The Sunshine List Out Today - But is it the Best Measurement?


Author: Ross McLean - Crime Power & Politics

Are government salaries out of whack or inline with inflation and is that reasonable, in my opinion the Sunshine $100k test is out of touch with reality and distorts, just how out of whack Public Sector Salaries have become in relation to the taxpayer.

Quick recap and I will use Toronto Police salary as the base comparative, its the one we know best, easiest to track, but it applies to all Public Sector wages.

In 1996 the Sunshine List came in, for all public sector employees who made more than $100k in the calender year. The list meant to expose salaries to the taxpayers and public. That $100k number has not changed as the benchmark, and inflation has gone up 42% since then, so Public Sector Unions & Police Association say number should be $142 k before your name on the list.

I think that is the entirely wrong benchmark - in general public sector wages should not be based on inflation, they should bear more of a relationship to the taxpayers ability to pay is, not how much a persons costs have gone up. The inflation number is self serving, because every year the public sector gets and inflation raise, that creates inflation for the next year for the wages to go up again, its a death spiral for taxpayers.

Lets look at taxpayers ability to pay, I'll use the closest Statscan figures I can find and police wage info. (it's not that easy to find as the reporting format keeps changing)

In Toronto in 1996 when the $100k bar was set, the median income for a working male in Toronto was $48,000, a 1st class police officer was in the middle fifties, hard to find exact number, lets use $57,000. So Police $9,000 above median.

Now fast forward to the latest median income figure for a male working in Toronto for 2011 (last year I could find). So 15 years later what is that number? Just shy of $53,000 a year. So the median income in Toronto has only gone up $5,000 - and remember, with inflation that salary purchases 42% less goods, so in truth the median salary purchasing power for the median Torontonian has plummeted.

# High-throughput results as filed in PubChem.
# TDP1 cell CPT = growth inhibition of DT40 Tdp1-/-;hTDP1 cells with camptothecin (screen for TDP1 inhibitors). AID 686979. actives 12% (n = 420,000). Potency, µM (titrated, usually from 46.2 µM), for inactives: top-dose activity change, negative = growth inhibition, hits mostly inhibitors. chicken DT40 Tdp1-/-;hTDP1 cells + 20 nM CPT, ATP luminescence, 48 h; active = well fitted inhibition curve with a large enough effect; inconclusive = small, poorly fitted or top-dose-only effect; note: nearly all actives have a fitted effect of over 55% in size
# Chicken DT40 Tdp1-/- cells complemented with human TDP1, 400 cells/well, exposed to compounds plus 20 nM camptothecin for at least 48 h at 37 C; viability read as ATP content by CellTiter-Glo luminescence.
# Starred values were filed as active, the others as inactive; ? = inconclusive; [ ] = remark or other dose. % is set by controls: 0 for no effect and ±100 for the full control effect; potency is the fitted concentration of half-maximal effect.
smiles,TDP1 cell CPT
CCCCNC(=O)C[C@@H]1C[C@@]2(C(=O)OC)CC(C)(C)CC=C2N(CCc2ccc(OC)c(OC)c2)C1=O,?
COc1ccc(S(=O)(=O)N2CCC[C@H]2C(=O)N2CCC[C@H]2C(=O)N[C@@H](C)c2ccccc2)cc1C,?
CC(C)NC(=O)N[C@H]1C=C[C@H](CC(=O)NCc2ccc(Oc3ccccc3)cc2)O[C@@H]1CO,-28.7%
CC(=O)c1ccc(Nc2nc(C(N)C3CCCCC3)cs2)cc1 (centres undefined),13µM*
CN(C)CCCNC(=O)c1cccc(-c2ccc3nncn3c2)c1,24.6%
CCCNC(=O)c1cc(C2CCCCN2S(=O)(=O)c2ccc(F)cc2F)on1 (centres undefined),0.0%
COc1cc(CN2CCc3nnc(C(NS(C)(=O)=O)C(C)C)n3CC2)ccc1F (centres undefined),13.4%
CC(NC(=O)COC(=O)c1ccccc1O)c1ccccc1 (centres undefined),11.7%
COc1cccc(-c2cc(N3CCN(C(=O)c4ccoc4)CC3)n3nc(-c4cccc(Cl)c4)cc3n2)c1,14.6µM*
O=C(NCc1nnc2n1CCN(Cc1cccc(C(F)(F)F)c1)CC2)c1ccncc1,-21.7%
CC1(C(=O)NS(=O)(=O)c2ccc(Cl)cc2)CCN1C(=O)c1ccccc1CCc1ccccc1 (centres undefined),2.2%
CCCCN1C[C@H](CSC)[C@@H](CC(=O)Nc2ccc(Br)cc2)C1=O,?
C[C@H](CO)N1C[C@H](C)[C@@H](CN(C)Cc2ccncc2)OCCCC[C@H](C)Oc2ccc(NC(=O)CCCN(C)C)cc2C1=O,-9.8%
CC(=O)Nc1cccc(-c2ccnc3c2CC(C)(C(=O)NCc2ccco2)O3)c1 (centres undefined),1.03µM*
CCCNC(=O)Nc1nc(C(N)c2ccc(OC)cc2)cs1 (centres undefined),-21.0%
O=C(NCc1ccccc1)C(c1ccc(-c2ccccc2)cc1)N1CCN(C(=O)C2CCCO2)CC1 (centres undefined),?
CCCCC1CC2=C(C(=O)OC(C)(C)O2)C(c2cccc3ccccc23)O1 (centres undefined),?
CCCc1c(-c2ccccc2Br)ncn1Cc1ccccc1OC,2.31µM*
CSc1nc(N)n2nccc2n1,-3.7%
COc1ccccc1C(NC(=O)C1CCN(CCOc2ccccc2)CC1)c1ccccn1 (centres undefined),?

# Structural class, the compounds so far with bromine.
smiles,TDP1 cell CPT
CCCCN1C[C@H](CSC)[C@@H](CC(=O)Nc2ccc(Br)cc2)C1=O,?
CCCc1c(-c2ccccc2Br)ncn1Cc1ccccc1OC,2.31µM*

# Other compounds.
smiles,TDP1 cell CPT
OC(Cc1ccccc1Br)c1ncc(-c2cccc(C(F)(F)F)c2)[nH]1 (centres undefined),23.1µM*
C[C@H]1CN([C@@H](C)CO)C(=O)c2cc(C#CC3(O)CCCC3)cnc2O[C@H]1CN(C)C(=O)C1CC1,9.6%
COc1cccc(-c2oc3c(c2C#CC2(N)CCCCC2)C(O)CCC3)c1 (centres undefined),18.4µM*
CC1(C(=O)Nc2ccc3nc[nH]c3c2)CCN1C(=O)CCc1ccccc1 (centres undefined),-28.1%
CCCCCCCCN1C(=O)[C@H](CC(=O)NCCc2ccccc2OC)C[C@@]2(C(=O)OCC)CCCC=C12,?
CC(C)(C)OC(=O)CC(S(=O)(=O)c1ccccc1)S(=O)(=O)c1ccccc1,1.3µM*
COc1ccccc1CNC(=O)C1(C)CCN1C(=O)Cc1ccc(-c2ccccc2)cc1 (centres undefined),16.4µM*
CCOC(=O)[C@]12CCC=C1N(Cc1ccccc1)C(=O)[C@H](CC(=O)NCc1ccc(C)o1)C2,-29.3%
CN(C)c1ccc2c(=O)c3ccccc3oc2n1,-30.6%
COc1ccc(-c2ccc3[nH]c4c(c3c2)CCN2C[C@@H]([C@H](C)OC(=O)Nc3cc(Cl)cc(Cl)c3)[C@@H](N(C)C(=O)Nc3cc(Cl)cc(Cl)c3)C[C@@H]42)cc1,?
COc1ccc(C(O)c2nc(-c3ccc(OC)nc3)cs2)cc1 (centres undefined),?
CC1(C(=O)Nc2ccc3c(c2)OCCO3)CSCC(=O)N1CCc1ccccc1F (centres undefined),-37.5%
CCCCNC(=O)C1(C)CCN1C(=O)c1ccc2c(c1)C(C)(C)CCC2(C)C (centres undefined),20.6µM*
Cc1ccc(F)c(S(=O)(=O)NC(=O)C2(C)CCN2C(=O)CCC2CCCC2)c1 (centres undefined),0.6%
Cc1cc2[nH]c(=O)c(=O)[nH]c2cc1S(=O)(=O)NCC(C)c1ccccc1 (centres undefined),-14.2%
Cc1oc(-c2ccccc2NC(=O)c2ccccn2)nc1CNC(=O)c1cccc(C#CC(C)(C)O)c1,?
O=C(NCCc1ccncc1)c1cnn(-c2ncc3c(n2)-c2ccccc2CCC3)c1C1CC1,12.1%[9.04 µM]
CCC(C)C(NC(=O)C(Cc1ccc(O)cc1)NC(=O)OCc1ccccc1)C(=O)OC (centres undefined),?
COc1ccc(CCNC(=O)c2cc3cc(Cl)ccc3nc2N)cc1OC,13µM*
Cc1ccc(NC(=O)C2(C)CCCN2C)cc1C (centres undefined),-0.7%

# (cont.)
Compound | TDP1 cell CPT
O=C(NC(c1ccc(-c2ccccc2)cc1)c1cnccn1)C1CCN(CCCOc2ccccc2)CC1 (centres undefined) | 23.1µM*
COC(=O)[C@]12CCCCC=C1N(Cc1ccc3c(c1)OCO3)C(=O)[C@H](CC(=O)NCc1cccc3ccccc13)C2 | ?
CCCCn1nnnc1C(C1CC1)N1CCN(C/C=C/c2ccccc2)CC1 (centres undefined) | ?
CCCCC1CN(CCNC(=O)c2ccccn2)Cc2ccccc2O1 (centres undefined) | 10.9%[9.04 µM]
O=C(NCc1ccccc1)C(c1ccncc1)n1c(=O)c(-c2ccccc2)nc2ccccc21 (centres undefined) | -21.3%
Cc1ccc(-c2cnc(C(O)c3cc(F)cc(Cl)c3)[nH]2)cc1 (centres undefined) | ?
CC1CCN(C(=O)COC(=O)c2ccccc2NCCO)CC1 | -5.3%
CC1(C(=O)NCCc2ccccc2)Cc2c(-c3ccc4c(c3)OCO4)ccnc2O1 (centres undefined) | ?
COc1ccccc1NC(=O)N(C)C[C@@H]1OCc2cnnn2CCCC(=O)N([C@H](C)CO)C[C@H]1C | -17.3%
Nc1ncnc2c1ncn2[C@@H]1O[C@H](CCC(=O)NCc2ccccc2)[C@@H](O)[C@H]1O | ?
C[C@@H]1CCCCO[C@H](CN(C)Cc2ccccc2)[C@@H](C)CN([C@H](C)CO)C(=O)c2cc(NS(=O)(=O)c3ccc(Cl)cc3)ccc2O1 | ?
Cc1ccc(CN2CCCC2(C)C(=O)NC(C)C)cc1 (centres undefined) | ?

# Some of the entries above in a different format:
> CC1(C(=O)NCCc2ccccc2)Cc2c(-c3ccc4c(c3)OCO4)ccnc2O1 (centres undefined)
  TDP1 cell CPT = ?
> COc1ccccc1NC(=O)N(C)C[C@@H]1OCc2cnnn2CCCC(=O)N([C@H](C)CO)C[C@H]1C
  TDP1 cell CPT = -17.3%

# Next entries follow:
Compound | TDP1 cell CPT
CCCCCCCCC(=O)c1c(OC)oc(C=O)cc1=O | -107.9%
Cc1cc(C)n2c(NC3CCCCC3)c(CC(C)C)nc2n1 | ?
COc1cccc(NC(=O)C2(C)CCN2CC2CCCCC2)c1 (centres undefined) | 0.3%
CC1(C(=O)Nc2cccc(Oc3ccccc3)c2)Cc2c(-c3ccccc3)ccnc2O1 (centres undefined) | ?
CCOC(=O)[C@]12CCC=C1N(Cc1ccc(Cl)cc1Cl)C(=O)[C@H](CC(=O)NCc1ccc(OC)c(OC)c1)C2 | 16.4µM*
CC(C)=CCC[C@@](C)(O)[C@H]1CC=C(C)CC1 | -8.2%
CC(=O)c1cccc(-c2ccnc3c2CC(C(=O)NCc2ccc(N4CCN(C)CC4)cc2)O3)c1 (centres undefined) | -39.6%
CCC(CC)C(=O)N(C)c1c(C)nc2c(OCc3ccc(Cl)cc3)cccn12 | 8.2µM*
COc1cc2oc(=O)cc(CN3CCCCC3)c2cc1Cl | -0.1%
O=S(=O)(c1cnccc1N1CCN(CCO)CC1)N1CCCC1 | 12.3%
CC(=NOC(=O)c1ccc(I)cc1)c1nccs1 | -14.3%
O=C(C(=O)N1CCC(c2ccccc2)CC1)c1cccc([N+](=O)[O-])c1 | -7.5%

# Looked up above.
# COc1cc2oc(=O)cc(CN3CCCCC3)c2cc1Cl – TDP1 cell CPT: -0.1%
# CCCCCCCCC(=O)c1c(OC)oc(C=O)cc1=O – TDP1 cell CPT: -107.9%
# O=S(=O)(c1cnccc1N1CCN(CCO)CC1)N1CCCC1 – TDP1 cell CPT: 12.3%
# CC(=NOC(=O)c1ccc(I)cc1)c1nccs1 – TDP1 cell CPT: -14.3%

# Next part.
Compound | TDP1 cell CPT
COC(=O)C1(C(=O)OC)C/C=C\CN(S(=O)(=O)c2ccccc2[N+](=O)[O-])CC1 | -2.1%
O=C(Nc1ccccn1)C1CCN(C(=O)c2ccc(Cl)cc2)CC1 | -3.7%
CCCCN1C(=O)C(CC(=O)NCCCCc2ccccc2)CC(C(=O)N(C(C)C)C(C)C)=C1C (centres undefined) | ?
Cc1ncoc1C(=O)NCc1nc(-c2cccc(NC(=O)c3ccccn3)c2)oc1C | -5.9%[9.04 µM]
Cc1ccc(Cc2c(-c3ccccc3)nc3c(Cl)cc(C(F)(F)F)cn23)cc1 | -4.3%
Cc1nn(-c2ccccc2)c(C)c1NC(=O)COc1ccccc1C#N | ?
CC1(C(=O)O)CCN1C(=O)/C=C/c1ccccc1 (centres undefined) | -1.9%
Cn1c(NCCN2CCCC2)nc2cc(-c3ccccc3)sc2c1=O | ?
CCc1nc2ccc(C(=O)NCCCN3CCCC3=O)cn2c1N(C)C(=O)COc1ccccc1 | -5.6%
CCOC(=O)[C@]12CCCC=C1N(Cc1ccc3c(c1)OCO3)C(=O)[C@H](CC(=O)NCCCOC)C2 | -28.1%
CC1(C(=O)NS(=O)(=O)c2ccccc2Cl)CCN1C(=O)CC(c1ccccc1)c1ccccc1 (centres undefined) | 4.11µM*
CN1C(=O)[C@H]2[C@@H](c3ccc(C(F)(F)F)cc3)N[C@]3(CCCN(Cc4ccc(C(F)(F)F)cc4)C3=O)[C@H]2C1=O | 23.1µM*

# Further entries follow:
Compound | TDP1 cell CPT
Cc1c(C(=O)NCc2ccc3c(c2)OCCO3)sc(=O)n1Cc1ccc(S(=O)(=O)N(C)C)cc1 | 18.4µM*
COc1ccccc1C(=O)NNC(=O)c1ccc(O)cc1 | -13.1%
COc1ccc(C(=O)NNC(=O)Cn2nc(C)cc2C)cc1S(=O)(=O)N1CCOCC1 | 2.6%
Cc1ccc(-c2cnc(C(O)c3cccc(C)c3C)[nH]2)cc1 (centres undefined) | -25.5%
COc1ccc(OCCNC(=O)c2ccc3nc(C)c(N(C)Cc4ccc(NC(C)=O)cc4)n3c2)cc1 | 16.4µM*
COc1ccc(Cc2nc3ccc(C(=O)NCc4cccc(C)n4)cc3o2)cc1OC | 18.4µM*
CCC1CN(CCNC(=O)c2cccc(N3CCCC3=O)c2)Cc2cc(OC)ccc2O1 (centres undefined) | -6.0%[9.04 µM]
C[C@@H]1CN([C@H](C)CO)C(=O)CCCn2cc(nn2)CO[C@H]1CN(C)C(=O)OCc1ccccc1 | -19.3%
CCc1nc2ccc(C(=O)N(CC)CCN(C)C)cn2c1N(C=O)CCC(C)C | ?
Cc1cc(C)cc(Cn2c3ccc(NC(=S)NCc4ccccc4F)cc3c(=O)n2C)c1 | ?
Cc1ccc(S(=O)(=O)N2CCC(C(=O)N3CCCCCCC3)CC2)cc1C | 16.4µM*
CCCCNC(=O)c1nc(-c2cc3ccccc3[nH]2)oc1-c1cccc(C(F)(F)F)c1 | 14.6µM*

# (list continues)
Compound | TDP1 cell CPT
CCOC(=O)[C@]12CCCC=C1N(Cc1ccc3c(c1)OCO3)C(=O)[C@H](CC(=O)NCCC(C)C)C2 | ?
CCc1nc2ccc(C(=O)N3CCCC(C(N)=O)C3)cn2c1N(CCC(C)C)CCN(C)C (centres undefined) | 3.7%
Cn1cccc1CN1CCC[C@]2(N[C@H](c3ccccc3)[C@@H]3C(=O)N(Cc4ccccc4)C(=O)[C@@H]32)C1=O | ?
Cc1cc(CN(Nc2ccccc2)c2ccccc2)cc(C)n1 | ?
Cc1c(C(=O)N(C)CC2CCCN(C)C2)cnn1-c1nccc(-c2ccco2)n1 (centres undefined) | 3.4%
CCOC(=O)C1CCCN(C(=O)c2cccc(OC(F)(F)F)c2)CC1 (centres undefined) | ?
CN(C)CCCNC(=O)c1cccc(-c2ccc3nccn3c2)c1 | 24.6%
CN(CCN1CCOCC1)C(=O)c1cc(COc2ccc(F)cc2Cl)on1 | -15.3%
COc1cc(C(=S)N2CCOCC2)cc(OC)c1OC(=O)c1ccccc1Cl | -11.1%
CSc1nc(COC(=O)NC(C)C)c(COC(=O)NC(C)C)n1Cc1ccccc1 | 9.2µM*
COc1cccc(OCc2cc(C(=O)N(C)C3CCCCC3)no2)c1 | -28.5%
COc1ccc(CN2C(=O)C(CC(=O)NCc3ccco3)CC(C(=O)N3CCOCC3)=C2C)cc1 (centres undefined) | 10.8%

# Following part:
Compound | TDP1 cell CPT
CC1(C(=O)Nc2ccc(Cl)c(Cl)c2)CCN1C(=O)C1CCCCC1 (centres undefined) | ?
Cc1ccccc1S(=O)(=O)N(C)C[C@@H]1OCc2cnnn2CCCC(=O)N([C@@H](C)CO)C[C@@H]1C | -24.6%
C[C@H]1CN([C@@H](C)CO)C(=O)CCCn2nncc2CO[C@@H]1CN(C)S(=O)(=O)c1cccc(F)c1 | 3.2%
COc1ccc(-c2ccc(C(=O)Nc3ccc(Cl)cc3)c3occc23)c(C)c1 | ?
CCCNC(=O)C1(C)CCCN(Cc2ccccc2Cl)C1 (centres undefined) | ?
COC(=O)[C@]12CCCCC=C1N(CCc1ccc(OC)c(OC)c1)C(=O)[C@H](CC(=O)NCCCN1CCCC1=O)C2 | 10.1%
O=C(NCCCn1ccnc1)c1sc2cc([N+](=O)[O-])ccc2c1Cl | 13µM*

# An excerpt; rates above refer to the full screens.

The Police wage now offered to the Toronto Police for this year is up 2.75% in the offer which would make 1st Class constable $92,500 for BASE salary. That's a $35,000 increase over what they were making in 1996.

So the gap between the median Toronto income and Police salary is now $39,500 over - it was only $9,000 over in 1996.

So the median Toronto income adjusted for inflation is really just $30,000 of purchasing power today.... and the police salary purchasing power...$53,000 adjusted for inflation.

This GAP is what is creating the problem, the taxpayers ability to pay should be taken into account. Raises should be based on the rise or the drop in the median incomes in Toronto, a rising tide raise all boats, but what's happening - and remember this applies to all public sector jobs, using the police as example, their wages are out of whack with what the median person is making.

If police were at the same gap as in 1996, a 1st class constable would be making $62,000 a year instead of the proposed $92,500.

I would like for the Sunshine List to list every job that is over the previous gap from 1996.

That's a dangerous gap.